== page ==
Geophysical research in the late 1980s to mid-1990s included mapping tectonic features on the surfaces of outer planet icy satellites to correlate the orientation of these features with possible internal stresses, and applying electromagnetic theory to the problem of detecting an ocean brine under the ice crust of Europa. He was also part of the world-wide campaigns to observe the impact of Comet Shoemaker-Levy 9 into Jupiter in 1994 and mutual events during the 1995 Saturn ring plane crossing.
Present research is centered on understanding the origin of moons, meteorites, asteroids, dwarf planets, and Trans-Neptunian Objects (TNOs). One continuing project is measuring the density, porosity, and magnetic properties of meteorites, with applications to understanding the lithification of meteorites and the structure of their asteroidal parent bodies. Details of his technique can be found at this PSR page. He is also involved in telescope observations measuring the spectra of small bodies in the outer solar system.
As of 2015, Brother Guy is the Director of the Vatican Observatory.
John Hankla is currently a featured scientist in the Science Explorers program at the University of Colorado at Boulder, where he works as a creative consultant and as an instructor. His research on late Cretaceous fossils in eastern Wyoming is the focus of an innovative professional development program for middle school teachers in Wyoming and Colorado.
Hanklaʼs graduate work at the University of Colorado Museum of Natural History was focused on the particular habit of some prairie ant species to collect micro-vertebrate fossils that can be used in museums for research, interpretation and exhibit. With the help of the Museum Club at the University of Colorado Hankla produced exhibits and programs including “Museum in the Dark” and “Harvesting Collections; contributions of the western harvester ant”.
Hankla uses his expertise along with an extensive personal collection of cast dinosaur skeletons to create learning opportunities in natural history museums, art galleryʼs, and school programs. His recent collaborations have included Dinosphere! at The Childrenʼs Museum of Indianapolis, The Sternberg Museum of Natural History, at Fort Hays State University in Hays, Kansas, The Community Art Center in Danville Kentucky, The Cranbrook Institute of Science in Michigan, The University of Colorado Museum of Natural History, Boulder Open Space and Mountain Parks, Wild Bear Mountain Ecology Center, and the University of Colorado Science Discovery Program Wilderness Camps.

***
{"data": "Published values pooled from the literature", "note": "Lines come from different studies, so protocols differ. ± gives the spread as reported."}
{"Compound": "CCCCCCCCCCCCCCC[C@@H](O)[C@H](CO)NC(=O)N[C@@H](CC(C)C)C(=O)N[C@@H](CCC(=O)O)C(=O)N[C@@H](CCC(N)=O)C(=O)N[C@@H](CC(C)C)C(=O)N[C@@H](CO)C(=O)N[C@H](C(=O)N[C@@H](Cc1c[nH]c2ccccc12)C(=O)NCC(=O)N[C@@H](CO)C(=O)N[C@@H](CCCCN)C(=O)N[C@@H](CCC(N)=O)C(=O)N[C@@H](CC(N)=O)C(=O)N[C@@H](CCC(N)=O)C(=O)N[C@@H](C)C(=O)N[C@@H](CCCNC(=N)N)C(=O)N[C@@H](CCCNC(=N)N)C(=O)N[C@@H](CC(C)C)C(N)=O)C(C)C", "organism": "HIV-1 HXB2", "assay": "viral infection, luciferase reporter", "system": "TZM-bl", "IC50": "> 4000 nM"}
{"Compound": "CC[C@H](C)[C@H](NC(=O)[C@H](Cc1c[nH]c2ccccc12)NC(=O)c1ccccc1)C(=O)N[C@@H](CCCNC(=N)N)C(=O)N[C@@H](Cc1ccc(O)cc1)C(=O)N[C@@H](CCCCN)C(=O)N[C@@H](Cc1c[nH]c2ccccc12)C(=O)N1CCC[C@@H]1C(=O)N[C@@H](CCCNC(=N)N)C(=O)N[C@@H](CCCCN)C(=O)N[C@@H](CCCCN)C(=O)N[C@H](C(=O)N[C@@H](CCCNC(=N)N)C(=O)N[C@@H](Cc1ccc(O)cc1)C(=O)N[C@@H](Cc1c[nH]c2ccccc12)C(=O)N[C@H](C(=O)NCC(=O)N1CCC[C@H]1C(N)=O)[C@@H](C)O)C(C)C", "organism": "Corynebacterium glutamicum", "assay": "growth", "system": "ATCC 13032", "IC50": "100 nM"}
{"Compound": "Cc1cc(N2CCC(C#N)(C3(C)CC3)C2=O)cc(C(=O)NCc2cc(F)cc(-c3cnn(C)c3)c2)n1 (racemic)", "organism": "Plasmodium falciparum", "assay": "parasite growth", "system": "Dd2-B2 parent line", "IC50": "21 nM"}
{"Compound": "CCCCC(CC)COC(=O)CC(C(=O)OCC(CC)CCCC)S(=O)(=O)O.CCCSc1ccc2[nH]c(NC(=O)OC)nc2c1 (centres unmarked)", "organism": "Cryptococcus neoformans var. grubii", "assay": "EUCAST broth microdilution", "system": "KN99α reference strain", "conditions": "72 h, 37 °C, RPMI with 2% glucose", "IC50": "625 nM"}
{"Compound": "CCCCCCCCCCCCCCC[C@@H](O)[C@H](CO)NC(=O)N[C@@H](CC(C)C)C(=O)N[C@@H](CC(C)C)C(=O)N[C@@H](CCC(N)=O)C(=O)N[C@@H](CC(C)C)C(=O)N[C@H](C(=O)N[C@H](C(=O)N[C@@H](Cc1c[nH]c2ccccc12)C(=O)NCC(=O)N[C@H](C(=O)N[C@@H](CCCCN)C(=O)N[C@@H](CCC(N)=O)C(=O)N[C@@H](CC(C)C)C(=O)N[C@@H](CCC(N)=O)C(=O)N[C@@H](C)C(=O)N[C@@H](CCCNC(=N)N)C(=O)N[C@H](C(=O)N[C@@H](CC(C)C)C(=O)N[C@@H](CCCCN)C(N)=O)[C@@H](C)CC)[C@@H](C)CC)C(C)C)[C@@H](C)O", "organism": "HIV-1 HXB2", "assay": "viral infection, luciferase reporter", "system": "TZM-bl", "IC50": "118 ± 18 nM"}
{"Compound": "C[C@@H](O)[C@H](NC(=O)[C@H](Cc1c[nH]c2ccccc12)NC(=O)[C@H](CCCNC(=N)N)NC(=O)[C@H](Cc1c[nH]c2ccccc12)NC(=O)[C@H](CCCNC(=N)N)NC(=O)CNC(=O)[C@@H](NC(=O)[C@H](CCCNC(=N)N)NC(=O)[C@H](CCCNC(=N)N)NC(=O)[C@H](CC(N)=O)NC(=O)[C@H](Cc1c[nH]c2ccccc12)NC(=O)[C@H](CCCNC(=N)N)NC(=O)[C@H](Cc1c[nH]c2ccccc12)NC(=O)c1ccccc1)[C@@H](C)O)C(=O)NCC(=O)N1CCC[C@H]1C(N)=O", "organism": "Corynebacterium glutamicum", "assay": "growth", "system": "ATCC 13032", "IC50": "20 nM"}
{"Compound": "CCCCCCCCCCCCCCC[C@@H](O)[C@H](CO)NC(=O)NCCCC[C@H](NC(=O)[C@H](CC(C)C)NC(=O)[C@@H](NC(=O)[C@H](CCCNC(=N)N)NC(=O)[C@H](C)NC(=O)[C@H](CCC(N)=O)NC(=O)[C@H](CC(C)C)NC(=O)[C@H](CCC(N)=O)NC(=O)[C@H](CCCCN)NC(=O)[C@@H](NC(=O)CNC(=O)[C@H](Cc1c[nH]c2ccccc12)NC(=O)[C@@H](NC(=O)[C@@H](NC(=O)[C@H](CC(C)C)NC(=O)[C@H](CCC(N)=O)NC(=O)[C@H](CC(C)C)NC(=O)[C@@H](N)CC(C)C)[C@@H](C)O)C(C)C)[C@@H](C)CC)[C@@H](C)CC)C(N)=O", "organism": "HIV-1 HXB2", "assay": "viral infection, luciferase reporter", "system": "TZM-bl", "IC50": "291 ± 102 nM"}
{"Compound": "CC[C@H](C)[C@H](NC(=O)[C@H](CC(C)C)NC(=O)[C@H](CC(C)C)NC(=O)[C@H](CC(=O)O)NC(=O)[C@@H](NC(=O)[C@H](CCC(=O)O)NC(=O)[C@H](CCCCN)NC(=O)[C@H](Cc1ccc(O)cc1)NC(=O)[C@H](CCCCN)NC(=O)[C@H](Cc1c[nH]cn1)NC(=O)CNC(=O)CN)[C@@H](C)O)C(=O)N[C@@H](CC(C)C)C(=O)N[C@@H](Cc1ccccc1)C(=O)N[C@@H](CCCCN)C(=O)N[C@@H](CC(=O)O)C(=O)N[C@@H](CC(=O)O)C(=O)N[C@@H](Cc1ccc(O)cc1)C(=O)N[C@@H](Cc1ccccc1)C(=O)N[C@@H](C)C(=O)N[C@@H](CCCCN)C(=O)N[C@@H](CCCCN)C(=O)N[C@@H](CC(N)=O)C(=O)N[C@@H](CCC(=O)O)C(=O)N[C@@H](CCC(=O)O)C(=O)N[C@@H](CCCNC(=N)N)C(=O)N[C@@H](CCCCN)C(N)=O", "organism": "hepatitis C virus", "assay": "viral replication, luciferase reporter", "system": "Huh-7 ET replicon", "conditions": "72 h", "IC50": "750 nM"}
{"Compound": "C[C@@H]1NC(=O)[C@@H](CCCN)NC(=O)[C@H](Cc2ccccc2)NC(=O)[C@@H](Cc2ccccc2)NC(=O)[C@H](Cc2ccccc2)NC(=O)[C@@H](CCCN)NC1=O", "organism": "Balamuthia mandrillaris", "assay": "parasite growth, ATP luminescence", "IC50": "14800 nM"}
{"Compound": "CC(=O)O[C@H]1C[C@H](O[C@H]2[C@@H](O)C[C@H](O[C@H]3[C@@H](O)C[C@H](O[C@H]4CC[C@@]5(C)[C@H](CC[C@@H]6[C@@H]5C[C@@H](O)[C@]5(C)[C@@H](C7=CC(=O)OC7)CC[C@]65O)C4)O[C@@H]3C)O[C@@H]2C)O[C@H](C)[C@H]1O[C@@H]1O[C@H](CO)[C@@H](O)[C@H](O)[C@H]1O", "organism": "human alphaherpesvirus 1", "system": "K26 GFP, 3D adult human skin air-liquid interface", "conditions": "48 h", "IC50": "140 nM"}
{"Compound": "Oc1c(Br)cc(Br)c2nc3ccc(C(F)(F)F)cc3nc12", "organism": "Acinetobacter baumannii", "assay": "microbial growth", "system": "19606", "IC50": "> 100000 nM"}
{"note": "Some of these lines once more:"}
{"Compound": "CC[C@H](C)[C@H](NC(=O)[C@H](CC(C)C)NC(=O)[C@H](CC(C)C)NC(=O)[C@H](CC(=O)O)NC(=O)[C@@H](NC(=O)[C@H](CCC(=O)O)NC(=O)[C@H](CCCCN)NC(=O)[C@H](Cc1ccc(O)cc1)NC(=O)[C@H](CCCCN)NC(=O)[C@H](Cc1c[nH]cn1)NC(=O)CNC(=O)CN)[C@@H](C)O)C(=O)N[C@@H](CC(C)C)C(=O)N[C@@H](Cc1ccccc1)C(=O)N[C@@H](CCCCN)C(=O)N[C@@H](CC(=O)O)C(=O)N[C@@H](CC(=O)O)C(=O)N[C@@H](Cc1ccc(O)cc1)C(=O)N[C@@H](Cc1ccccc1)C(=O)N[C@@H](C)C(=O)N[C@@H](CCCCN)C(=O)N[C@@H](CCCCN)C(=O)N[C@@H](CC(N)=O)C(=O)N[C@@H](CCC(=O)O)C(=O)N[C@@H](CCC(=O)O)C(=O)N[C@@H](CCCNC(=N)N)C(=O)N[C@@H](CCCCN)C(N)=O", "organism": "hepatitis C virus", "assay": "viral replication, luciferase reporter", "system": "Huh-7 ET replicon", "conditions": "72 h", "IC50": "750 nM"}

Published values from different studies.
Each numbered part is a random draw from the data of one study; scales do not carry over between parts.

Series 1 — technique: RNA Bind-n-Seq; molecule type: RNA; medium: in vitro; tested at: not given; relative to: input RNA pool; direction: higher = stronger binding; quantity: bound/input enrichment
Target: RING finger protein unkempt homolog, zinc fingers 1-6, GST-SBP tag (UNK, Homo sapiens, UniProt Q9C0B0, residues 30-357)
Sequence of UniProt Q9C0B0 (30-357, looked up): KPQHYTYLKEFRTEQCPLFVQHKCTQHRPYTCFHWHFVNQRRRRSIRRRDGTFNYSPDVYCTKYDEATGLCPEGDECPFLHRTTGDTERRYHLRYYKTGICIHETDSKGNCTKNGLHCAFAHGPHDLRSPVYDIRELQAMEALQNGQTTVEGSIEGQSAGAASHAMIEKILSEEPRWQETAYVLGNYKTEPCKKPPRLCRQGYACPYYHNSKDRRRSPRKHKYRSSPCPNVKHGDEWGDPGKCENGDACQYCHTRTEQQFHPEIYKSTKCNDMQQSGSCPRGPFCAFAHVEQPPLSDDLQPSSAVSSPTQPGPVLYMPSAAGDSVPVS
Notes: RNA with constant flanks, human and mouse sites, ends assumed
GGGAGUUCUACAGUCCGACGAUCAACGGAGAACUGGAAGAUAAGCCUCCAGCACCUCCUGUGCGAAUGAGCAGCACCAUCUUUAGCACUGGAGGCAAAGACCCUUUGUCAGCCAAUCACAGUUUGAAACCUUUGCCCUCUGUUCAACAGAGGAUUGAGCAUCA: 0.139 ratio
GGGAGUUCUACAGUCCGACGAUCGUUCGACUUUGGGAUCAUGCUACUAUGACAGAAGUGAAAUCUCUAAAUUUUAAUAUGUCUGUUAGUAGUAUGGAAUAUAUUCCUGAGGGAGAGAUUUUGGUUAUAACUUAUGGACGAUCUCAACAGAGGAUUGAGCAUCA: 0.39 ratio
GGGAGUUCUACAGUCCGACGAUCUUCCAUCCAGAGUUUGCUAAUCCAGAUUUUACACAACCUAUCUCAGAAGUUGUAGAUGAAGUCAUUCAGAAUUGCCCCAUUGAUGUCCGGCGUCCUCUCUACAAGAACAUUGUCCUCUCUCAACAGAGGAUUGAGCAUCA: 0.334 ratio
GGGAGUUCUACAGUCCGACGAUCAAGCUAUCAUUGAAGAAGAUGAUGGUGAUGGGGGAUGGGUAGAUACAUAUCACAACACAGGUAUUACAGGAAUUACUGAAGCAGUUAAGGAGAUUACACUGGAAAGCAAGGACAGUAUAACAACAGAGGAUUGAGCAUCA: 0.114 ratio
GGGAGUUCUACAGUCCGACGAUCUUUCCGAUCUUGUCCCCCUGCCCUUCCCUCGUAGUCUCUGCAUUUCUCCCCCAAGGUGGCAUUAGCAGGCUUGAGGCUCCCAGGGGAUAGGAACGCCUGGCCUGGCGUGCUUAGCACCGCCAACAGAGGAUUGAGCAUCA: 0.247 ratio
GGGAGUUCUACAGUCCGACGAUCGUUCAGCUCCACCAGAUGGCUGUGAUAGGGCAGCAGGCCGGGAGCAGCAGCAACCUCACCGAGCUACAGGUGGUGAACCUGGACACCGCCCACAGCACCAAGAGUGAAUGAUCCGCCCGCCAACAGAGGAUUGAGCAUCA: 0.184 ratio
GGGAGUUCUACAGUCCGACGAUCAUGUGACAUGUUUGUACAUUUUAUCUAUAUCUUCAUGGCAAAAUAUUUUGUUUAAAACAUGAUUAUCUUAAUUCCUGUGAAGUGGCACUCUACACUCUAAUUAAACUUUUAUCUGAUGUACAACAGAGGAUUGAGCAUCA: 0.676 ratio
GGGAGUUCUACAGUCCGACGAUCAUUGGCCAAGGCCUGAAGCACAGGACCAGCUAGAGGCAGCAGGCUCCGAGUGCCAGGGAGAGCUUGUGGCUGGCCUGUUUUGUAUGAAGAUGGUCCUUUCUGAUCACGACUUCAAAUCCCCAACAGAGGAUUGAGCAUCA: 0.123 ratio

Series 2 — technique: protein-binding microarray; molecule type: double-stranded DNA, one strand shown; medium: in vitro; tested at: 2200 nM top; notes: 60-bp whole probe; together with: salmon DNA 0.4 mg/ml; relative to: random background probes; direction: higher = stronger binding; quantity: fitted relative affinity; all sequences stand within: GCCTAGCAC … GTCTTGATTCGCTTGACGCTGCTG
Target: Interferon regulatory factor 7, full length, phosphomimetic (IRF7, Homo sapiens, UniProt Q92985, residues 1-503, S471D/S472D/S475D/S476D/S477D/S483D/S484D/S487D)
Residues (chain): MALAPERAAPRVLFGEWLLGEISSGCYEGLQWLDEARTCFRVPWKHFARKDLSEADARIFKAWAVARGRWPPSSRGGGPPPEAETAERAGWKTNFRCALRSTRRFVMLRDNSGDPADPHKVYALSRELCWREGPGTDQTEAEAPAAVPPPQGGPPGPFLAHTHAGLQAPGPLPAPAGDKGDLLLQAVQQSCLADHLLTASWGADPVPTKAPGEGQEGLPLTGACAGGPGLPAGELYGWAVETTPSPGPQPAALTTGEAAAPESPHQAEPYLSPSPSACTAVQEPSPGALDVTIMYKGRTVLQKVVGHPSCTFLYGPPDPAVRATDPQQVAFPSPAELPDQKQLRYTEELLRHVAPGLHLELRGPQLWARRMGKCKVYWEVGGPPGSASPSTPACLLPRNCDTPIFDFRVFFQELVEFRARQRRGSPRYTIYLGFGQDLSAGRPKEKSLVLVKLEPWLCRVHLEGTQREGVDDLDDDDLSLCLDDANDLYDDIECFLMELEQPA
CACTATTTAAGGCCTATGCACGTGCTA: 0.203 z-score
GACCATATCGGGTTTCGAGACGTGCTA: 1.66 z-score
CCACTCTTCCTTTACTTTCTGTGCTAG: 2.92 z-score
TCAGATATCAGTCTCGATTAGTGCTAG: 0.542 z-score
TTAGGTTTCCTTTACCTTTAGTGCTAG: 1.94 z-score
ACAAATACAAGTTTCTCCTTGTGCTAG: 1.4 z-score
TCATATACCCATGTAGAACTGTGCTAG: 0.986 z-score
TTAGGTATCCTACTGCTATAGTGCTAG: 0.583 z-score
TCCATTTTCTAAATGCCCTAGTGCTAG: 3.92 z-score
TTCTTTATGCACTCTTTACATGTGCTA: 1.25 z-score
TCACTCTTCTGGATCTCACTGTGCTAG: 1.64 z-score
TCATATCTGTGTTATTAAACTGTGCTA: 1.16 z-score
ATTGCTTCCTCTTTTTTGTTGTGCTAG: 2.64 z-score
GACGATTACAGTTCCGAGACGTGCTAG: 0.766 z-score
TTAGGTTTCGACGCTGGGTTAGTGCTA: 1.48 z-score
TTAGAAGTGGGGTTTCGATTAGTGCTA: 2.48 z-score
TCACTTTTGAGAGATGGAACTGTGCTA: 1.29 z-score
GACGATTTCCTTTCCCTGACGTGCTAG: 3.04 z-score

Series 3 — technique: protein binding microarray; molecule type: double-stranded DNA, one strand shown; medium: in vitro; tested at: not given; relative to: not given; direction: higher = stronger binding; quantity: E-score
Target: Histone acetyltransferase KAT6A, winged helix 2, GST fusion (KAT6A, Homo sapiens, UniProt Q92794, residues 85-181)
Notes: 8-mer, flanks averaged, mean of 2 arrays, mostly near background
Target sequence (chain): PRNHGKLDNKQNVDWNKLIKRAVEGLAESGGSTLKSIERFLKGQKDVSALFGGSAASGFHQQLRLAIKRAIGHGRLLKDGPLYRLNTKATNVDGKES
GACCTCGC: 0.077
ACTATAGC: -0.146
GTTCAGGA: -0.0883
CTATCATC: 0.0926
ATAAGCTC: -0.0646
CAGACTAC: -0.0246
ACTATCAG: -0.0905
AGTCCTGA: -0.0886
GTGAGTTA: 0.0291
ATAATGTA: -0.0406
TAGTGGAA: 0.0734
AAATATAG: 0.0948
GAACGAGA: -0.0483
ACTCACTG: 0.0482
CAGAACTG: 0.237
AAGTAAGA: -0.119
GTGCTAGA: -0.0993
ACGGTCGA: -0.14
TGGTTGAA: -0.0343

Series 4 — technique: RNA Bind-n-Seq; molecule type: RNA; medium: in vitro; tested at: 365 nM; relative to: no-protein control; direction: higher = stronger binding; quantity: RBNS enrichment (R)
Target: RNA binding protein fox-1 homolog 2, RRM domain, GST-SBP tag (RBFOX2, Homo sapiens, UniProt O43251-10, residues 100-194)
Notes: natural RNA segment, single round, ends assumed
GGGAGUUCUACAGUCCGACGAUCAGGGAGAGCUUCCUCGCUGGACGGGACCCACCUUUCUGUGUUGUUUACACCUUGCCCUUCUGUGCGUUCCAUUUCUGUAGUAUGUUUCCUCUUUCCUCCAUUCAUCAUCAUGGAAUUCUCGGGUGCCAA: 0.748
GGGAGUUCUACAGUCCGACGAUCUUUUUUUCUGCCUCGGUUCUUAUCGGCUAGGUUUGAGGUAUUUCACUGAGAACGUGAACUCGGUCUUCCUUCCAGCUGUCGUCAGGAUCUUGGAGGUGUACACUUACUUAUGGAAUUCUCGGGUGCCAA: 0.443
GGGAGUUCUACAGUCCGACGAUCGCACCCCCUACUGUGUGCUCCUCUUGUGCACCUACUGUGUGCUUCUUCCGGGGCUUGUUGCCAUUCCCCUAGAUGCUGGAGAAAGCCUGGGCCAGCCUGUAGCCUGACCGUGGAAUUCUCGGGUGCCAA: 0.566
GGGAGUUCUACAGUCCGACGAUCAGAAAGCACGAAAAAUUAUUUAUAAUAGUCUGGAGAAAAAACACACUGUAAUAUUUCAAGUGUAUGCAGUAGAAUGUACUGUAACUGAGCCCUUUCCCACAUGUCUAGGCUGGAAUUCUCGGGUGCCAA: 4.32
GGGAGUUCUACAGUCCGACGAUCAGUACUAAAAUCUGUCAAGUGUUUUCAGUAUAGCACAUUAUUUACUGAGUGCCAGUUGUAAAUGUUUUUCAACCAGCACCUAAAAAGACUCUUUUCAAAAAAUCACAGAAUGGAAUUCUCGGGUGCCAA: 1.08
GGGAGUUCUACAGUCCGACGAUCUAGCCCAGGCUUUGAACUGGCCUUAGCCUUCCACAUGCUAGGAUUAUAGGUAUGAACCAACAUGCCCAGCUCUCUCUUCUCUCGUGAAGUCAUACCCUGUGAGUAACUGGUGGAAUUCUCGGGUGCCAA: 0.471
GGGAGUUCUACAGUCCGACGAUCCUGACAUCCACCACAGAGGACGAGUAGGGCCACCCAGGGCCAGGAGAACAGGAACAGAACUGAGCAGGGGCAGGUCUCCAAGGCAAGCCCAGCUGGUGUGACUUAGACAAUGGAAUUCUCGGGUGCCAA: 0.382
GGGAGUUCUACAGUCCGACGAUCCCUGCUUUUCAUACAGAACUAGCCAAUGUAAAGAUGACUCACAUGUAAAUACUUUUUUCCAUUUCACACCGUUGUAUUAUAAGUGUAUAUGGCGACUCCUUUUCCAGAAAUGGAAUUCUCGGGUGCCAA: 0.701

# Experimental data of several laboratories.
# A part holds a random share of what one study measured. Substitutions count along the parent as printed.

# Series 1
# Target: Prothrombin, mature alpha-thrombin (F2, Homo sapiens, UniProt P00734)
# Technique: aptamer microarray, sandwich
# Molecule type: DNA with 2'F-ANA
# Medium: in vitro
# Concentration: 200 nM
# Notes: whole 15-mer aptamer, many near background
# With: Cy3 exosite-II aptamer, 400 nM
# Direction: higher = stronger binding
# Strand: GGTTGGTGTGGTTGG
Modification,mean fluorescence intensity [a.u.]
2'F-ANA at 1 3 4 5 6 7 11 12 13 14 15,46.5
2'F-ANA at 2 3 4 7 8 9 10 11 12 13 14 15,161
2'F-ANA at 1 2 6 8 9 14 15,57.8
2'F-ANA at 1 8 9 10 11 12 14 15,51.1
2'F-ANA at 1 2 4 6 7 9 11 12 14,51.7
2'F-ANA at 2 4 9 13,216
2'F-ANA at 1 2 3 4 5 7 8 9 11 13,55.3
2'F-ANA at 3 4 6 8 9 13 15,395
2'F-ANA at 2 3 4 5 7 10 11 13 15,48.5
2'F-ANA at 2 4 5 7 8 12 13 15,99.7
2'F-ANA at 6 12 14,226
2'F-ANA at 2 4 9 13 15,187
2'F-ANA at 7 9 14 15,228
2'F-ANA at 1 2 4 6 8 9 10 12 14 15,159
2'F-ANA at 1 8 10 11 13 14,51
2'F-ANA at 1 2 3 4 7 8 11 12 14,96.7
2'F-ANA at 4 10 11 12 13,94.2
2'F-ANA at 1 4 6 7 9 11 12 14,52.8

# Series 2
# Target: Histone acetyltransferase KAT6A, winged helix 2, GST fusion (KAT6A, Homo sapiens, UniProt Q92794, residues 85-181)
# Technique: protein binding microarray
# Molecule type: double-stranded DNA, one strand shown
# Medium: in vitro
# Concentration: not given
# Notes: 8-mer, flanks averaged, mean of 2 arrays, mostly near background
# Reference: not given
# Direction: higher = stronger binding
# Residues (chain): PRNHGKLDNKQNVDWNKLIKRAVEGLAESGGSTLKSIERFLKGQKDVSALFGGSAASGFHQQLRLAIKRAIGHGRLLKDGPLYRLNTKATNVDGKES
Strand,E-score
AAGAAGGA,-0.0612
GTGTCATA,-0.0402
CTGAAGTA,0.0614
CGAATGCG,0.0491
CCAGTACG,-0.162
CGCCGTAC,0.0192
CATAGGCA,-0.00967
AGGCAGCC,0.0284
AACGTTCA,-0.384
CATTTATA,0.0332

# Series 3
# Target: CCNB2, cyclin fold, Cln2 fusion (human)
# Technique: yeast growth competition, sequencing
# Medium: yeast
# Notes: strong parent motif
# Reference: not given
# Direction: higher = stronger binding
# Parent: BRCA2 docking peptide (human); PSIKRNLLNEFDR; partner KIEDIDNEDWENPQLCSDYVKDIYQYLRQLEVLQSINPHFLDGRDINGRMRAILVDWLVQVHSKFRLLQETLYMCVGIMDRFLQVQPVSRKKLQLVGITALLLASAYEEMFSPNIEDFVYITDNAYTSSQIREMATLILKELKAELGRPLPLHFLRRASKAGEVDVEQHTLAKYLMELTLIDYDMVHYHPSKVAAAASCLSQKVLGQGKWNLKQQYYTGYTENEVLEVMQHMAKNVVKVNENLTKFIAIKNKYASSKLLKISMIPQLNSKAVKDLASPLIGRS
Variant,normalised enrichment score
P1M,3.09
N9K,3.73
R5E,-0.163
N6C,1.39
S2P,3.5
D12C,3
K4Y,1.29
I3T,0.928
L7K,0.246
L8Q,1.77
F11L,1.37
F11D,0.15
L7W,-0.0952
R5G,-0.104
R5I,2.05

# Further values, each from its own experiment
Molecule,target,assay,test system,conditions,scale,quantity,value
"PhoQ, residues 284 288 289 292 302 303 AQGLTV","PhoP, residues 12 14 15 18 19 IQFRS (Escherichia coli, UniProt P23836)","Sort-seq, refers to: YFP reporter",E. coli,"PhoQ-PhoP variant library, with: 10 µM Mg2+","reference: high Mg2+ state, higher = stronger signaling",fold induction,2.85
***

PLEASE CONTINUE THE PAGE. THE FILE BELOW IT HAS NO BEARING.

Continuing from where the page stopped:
Richard B. Stamps
Title: Associate Professor of Anthropology, Oakland University
Anthropology, archaeology, Chinese prehistory and 19th century North America, Chinese minorities, Asian Americans, Christianity in China, applied anthropology.
- Human and Cultural Evolution
- Applied Anthropology
- Introduction to Anthropological Archaeology
- Peoples and Cultures of China
- Asian American Experience
- Archaeology of North America
- Introduction to China
- "The Cultural Impact of Morman Missionaries on Taiwan," BYU Studies, 41:1003-1014, 2002.
- “The House in The Grove: Edison’s Boyhood Home,” in Retrieving Michigan’s Buried Past, with B. Hawkins, N. Wright and J. Halsey, eds., Cranbrook Institute of Science, September 1999.
- “Fort Gratiot,” in Retrieving Michigan’s Buried Past, with B. Hawkins, N. Wright and J. Halsey, eds., Cranbrook Institute of Science, September 1999.
- “Historical and Cultural Preservation of Resources in Oakland County,” The Oakland Journal, 1:100-102, spring 2000.